Evolution tests species to destruction. Evolution selects ruthlessly for fitness to survive, whether it be in behaviour, or in physical attributes, so when we see any animal species in front of us, we can be more or less certain that, after thousands of years of testing, as it were, it can handle anything the natural world can throw at it, unless the circumstances in which it evolved have radically changed (for example, by the advent of men with guns, or pollution, or pesticides.)
Take wading birds, such as the curlew, or the redshank, or the ringed plover. We see them in wild landscapes, often at the edge of the sea, where there is no shelter; in winter, the wet and the cold are their constant companions, yet they are untroubled; they have evolved to survive perfectly well in such conditions. The idea that a wader might succumb to the cold of the sea is entirely counter-intuitive; otherwise the winter shore would be littered annually with feathered corpses, would it not? Yet once I saw such a thing, and it made a lasting impression on me.
It was January 1963, in the longest, hardest, coldest winter of the 20th century, when I was a slip of a lad and had just started birdwatching. I was walking along the seashore at Hoylake, on the Wirral, and to my astonishment the sea was full of ice, crushed ice from the action of the waves, something I have never seen since; and floating in the ice was a dark object. I fished it out; it was an oystercatcher (pictured), one of the handsomest of our waders. I gazed in awe at the perfect black and white plumage and the brilliant orange bill, and I saw that there was no mark of injury on it and I realised instinctively that I was witnessing something very unusual. I suppose then I would just have said, I found an oystercatcher killed by the cold. Now, with perhaps a little more knowledge, I am able to define what was so unusual more precisely: I found a wild creature, which had been overcome, in the natural world, by something more than almighty evolution had equipped it for.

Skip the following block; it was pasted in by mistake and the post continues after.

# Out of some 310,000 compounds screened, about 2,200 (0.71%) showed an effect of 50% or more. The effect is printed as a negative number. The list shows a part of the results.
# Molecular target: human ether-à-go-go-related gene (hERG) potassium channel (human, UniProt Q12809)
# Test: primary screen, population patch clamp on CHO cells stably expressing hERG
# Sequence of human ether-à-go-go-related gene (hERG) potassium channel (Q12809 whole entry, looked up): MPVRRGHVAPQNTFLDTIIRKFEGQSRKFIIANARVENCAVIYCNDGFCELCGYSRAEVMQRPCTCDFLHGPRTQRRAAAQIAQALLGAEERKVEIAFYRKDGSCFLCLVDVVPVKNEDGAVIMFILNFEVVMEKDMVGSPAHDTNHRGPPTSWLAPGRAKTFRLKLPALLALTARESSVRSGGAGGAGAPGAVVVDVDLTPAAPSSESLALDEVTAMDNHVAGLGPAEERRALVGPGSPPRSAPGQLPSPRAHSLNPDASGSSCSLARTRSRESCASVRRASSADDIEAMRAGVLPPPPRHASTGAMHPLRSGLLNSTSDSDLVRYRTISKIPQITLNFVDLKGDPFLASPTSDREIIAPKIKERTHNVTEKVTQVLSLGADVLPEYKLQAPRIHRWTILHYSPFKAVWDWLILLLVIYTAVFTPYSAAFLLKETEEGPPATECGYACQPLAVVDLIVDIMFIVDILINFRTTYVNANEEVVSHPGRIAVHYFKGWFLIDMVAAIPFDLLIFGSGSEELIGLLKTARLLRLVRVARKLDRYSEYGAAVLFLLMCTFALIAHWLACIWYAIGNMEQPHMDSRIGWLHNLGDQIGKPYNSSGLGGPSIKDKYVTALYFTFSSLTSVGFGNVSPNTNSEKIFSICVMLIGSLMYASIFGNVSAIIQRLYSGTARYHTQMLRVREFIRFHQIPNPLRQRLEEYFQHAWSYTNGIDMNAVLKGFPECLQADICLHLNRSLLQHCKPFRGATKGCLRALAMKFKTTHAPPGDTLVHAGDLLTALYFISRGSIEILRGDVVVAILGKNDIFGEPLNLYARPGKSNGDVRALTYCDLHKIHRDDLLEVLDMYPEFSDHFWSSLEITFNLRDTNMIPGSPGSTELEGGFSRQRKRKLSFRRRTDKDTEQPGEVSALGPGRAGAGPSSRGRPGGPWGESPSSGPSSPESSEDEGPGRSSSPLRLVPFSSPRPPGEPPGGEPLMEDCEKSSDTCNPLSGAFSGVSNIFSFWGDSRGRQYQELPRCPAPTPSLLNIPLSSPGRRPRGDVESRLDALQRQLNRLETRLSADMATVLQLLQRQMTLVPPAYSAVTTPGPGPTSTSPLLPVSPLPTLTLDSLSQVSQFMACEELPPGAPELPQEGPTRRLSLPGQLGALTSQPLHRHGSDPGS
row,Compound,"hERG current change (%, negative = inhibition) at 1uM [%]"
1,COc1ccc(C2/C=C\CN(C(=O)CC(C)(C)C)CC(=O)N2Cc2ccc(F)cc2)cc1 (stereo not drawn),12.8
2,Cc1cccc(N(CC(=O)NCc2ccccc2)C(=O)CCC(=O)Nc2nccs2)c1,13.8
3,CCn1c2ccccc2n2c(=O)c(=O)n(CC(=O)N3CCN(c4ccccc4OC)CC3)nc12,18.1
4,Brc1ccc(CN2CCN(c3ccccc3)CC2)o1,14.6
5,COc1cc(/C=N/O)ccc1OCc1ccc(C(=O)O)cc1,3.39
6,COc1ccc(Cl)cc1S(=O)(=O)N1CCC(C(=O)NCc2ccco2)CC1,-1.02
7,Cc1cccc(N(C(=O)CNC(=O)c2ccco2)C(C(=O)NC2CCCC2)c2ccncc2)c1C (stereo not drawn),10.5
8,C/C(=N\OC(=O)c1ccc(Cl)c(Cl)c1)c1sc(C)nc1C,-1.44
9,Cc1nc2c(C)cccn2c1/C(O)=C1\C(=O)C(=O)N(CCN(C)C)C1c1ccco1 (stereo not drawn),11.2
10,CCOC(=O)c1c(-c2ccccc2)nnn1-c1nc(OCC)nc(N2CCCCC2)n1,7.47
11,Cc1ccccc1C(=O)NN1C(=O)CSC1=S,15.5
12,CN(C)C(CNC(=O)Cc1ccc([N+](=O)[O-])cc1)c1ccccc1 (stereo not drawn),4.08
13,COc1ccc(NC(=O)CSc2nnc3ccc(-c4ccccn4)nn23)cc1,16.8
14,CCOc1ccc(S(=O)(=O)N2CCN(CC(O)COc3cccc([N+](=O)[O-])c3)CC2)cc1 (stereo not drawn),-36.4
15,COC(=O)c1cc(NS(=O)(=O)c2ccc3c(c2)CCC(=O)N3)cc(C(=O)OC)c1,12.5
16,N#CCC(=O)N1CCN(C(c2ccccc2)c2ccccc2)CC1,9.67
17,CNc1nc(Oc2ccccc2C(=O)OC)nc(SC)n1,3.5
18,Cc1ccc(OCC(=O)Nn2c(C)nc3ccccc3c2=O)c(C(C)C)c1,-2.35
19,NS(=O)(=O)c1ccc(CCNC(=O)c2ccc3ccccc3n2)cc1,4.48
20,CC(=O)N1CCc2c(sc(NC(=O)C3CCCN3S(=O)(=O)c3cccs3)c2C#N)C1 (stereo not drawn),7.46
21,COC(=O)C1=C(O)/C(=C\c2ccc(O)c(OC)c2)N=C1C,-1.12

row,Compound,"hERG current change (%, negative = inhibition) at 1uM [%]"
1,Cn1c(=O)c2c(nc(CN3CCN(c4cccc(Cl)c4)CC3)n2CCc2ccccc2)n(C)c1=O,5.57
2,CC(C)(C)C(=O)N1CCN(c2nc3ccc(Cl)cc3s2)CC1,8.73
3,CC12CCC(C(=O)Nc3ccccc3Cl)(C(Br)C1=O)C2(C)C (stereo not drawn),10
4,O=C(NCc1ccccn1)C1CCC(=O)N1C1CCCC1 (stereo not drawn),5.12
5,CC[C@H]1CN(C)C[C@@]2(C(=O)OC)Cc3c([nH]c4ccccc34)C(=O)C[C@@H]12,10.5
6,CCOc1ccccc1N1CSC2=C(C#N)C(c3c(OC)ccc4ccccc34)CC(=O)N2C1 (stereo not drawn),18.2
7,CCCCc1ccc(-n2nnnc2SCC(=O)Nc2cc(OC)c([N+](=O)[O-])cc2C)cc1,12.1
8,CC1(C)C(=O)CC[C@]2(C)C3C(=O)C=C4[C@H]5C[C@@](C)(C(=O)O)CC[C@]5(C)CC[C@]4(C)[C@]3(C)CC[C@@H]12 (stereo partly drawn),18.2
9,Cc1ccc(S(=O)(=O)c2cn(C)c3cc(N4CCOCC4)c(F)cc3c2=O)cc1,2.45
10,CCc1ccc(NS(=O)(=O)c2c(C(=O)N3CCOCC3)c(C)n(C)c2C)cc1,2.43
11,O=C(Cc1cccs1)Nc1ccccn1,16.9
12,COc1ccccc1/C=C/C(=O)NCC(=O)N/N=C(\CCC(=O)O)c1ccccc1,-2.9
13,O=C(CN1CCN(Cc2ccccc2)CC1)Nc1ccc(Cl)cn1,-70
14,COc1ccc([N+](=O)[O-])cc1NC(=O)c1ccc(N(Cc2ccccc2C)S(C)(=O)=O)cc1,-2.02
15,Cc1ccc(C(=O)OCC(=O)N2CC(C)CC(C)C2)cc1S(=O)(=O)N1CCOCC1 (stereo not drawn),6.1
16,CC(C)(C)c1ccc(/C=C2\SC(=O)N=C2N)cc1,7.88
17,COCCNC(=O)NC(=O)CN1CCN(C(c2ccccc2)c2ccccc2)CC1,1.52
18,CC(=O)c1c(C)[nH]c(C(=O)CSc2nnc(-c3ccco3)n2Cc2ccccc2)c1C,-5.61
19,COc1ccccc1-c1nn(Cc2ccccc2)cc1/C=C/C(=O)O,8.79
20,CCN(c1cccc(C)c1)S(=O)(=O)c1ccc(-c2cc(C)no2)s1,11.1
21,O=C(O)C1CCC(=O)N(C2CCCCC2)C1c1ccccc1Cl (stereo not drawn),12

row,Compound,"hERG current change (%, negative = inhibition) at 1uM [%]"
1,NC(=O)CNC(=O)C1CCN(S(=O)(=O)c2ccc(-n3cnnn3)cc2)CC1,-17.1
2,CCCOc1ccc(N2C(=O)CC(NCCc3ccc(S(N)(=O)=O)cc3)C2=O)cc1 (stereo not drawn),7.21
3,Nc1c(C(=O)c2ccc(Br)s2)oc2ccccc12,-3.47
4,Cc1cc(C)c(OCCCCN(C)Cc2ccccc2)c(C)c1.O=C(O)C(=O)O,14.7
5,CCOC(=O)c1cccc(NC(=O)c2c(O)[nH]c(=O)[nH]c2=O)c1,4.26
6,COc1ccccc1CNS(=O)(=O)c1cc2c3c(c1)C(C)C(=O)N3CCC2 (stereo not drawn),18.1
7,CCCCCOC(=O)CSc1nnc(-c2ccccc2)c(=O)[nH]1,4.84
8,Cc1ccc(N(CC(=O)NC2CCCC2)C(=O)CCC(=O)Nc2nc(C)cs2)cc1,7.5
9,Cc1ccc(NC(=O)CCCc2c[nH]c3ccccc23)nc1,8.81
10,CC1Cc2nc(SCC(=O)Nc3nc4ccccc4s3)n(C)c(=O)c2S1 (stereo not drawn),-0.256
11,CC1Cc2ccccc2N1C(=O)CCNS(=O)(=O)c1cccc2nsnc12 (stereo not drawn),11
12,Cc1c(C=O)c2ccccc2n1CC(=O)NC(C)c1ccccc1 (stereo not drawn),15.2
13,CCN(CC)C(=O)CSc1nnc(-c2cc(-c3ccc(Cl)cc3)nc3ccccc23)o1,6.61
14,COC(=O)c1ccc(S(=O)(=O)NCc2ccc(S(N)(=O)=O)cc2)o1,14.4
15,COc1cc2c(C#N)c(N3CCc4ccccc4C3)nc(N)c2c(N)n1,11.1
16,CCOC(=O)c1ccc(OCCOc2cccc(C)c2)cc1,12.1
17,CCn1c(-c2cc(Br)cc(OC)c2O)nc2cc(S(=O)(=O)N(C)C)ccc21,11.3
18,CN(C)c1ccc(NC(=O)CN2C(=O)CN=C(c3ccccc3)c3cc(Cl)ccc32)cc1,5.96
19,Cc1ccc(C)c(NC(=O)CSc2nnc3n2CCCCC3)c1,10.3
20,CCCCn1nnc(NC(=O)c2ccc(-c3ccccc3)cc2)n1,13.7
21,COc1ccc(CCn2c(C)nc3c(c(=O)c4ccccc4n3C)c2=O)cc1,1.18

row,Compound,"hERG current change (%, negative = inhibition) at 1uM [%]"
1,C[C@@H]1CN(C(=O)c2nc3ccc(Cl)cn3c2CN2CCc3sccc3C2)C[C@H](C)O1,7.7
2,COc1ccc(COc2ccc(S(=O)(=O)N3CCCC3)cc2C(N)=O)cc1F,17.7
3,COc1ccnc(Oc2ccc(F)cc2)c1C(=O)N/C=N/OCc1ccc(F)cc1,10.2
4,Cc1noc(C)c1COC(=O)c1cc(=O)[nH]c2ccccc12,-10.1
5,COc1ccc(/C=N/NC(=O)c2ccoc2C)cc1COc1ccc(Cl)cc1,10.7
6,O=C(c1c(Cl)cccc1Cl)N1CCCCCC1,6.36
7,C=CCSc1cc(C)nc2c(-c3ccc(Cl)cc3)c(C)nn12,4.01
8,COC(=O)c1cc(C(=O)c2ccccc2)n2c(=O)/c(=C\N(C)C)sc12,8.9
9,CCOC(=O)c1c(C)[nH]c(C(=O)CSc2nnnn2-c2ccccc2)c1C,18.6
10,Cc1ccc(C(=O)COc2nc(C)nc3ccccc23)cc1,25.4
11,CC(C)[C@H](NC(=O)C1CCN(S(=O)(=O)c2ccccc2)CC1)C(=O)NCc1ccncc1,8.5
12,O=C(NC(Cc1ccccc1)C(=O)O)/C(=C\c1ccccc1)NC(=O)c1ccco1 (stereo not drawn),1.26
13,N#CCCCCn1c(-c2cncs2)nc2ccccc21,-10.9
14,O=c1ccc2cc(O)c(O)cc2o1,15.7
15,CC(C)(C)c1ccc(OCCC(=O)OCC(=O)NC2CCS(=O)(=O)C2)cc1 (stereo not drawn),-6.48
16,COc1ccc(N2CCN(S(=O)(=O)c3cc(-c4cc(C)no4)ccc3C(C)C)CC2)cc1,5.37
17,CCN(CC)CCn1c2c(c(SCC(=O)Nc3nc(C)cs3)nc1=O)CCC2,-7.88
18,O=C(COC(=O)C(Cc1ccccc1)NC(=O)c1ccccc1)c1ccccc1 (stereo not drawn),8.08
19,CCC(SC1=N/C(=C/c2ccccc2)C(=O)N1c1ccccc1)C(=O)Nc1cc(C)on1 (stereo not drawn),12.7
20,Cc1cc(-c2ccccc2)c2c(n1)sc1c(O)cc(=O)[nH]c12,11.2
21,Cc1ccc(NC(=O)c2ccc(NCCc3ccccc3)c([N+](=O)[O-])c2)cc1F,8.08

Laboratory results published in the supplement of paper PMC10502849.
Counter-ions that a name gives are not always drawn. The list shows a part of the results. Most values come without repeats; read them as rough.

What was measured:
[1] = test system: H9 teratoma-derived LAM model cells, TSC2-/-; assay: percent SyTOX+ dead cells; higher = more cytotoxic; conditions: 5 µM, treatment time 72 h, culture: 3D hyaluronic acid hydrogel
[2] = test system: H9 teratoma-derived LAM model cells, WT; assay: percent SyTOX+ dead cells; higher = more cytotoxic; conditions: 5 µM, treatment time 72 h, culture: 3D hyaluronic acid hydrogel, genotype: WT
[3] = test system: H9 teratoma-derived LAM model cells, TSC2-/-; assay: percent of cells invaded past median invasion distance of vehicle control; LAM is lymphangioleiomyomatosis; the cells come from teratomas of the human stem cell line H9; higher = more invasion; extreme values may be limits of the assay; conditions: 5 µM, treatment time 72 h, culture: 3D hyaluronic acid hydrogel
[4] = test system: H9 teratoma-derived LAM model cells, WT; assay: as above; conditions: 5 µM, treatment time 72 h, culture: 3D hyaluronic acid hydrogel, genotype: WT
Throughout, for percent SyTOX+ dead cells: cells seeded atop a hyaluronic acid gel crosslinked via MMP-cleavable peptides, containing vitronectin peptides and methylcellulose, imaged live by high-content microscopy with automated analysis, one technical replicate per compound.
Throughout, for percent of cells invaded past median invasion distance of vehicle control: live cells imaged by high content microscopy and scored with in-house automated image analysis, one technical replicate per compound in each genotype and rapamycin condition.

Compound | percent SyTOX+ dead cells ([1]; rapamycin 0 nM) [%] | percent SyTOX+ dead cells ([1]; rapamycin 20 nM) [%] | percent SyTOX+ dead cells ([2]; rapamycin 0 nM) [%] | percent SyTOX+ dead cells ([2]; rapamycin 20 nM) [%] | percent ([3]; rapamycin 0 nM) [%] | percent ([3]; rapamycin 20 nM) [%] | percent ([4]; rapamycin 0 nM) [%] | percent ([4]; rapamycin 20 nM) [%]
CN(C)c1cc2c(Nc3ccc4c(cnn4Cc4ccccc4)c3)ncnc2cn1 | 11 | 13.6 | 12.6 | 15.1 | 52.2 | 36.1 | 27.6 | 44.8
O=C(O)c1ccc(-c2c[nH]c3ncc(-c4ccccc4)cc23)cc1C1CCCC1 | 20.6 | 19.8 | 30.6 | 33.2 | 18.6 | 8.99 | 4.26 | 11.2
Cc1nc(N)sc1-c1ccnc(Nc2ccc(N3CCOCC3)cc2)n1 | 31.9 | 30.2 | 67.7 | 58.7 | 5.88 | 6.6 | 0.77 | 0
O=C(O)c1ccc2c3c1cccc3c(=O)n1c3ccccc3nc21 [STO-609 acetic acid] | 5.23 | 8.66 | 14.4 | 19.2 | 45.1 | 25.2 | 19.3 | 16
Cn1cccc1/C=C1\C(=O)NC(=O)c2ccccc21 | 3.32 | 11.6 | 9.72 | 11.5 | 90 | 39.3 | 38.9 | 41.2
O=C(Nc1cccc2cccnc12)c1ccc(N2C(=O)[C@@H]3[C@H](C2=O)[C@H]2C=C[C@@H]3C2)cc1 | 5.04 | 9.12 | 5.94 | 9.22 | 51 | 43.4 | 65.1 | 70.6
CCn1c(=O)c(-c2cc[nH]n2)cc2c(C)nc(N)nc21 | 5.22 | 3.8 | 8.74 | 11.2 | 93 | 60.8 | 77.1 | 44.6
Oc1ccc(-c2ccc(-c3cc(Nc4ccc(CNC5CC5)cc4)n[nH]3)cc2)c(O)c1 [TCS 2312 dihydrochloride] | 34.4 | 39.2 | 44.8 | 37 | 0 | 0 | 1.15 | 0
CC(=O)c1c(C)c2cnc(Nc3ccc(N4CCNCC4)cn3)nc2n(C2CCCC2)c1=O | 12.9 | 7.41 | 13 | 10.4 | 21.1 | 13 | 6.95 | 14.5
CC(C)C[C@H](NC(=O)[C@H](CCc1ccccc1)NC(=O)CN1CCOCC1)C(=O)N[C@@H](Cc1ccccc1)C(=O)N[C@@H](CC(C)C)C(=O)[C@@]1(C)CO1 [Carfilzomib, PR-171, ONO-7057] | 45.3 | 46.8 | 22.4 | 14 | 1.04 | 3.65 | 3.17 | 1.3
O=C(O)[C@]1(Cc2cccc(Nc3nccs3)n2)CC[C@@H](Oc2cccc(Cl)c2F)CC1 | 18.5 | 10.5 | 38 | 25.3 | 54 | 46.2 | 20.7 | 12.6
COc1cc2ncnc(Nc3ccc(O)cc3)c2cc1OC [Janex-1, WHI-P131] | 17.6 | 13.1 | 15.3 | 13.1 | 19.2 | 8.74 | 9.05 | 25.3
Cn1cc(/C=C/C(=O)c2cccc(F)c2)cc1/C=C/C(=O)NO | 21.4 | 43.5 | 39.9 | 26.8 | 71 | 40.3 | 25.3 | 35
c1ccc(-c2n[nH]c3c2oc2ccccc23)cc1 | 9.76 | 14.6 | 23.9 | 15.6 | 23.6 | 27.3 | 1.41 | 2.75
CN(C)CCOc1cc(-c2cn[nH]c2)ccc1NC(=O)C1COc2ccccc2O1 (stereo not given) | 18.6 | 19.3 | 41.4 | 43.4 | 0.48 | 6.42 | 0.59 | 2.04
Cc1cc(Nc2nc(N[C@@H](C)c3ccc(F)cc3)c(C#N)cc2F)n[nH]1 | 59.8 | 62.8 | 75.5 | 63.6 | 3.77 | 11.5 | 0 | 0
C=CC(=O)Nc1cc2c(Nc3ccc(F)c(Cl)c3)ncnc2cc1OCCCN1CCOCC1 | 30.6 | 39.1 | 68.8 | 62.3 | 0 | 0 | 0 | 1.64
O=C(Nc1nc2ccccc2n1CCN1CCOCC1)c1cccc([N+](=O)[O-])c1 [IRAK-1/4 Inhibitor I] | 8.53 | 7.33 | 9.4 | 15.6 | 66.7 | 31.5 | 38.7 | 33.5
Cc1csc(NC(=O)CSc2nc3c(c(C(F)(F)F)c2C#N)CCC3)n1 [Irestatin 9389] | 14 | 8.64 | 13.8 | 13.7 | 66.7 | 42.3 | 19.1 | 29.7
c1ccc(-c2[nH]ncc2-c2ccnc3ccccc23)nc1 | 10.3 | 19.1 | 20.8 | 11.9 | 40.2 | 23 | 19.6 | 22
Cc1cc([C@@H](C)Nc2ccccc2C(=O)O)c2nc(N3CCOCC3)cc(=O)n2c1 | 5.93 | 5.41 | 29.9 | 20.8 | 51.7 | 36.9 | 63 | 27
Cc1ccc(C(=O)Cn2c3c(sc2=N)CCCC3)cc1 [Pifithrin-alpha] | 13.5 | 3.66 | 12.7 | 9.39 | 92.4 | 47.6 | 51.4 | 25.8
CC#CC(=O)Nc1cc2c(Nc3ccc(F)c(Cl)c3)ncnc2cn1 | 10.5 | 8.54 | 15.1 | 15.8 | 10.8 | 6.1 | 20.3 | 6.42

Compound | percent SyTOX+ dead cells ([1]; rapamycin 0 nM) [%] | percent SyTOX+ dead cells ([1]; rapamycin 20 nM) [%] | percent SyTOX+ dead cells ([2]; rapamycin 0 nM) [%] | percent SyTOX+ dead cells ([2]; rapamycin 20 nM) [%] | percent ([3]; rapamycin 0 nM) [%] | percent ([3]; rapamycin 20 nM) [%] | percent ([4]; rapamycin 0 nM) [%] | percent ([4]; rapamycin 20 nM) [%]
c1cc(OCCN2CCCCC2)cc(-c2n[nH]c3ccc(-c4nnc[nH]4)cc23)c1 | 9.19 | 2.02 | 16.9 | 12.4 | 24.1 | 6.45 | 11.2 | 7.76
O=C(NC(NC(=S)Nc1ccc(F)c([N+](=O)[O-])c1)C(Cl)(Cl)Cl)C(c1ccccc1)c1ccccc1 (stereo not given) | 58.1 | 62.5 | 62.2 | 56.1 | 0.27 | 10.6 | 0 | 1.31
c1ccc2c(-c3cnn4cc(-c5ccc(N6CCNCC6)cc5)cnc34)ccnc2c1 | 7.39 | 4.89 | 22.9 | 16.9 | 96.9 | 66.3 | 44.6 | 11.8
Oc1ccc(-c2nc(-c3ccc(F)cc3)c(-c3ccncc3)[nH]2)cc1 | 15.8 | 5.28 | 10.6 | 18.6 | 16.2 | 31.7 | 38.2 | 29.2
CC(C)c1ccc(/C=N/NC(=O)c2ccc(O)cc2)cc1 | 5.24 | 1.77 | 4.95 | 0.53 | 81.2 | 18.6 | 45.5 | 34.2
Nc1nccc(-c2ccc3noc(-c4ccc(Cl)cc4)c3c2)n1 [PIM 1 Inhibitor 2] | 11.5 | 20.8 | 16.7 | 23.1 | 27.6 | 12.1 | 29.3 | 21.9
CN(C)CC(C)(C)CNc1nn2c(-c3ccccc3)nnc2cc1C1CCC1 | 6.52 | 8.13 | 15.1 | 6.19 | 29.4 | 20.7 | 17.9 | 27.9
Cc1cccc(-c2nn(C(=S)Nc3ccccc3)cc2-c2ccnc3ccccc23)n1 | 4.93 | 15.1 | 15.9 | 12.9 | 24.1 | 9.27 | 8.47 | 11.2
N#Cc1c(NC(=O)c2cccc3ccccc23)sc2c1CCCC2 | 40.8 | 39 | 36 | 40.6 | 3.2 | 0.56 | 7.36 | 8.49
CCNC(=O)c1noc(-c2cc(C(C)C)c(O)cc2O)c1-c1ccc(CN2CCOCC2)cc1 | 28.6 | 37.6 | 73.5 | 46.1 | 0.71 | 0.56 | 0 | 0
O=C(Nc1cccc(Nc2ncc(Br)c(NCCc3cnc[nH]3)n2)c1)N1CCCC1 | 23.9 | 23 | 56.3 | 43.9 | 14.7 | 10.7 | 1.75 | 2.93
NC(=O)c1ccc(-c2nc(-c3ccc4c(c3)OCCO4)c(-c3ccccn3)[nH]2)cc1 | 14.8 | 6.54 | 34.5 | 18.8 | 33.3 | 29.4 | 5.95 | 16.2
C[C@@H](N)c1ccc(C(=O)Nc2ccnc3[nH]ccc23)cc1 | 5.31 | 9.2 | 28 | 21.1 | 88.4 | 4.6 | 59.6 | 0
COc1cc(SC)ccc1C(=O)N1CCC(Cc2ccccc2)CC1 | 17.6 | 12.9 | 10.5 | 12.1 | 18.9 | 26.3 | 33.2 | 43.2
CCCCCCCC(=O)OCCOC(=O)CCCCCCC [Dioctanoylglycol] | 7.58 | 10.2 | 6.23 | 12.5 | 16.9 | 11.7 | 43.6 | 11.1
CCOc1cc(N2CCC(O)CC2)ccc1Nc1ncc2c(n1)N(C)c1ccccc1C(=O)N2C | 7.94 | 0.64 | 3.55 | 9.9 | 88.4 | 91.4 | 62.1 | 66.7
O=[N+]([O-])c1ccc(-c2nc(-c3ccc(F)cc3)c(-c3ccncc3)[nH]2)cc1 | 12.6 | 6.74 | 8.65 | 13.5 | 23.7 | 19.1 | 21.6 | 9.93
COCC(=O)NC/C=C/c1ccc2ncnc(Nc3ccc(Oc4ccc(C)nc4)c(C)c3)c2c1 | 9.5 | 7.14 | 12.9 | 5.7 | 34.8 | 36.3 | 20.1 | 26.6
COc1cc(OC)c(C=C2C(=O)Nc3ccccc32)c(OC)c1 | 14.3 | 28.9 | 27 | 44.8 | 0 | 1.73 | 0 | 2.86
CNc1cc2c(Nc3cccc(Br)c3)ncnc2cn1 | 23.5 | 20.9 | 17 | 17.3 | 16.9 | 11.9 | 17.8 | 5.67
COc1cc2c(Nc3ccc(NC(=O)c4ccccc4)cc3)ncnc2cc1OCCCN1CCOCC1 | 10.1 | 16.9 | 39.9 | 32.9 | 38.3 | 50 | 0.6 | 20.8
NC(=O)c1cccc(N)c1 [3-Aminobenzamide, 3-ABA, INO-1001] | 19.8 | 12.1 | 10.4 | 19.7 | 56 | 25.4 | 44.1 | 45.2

A colossal mortality
Looking back, that was one measure of just how extraordinary the winter of 1963 really was, and it is the current long freeze, or course, which is prompting comparisons with it. It was suggested that half the birds in Britain died in '63; such a toll is probably unlikely in 2010 unless there is no respite for another six weeks, but there will still be a colossal mortality, especially of the very small birds such as wrens and goldcrests. Evolution will not save them, either.Reuse content